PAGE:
Since June 14, 1971, I have been in the village of Millerton almost every day with my camera, learning more than I ever expected about the streets, houses, backyards, rooms and people—especially young people. Like a lot of the kids, I often have nothing to do but hang around and talk, listen, see and be seen.
An old Eskimo man who lives in a village just north of the Arctic Circle once told me that he doesn't learn very much from listening to people; he prefers to look at them from enough distance so that conversation is difficult or impossible—and thereby gain what he called "a good look" at what is going on.
I once saw a dragonfly in New York City: it was caught between bundles of black plastic trash. The color of this astonishment is in all of Helen Levitt's photographs. She sees, trails, hunts and seizes hold of those dances that ordinary people do on their own turf.
Look at the neighborhood on a wintry day and you wonder why anyone would want to photograph this place. The streets are deserted except for a dog or two, and the cold wind coming off the nearby lake is playing games with the loose snow. But stay awhile.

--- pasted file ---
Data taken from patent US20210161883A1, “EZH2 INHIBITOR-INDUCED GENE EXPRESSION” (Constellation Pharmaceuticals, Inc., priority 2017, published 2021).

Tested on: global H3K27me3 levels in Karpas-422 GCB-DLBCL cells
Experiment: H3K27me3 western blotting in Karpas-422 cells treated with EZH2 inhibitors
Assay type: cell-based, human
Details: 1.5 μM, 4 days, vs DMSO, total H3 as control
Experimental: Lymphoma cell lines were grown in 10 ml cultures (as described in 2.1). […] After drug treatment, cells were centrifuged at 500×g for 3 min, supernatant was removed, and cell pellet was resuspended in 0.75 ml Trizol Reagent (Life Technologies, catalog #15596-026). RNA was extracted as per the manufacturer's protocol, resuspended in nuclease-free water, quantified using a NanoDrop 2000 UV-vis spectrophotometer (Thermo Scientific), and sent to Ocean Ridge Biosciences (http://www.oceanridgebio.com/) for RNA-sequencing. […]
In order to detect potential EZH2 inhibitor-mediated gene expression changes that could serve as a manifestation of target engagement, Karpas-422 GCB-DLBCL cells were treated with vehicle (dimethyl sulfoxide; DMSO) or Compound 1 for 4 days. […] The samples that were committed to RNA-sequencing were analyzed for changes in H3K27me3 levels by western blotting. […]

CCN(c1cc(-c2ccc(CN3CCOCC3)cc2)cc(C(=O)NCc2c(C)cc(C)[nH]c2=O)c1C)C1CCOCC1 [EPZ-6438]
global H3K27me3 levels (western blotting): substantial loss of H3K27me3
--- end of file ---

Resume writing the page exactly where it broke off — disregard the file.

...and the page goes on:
Strictly speaking, so-called documentary photographs have a straightforward aim — to record the facts of the day. And what is more straightforward, more strictly documentary, than photographs of faces made for the purpose of identification?
Dear Niland, Thank you so much for the gift of Jacob Riis. So many thoughts come flooding in, when one studies these pictures. Perhaps my impressions will be of some interest to your readers. First off, the importance of this: that Riis never thought of himself as a photographer, in fact speaks in a most apologetic way of his camera work—"I'm downright sorry to confess here that I'm no good at all as a photographer."
ROBERT COLES is a child psychiatrist on the staff of the Harvard University Health Services. His books include Children of Crisis (in three volumes), for which he won the Pulitzer Prize, and William Carlos Williams: The Knack of Survival, just published.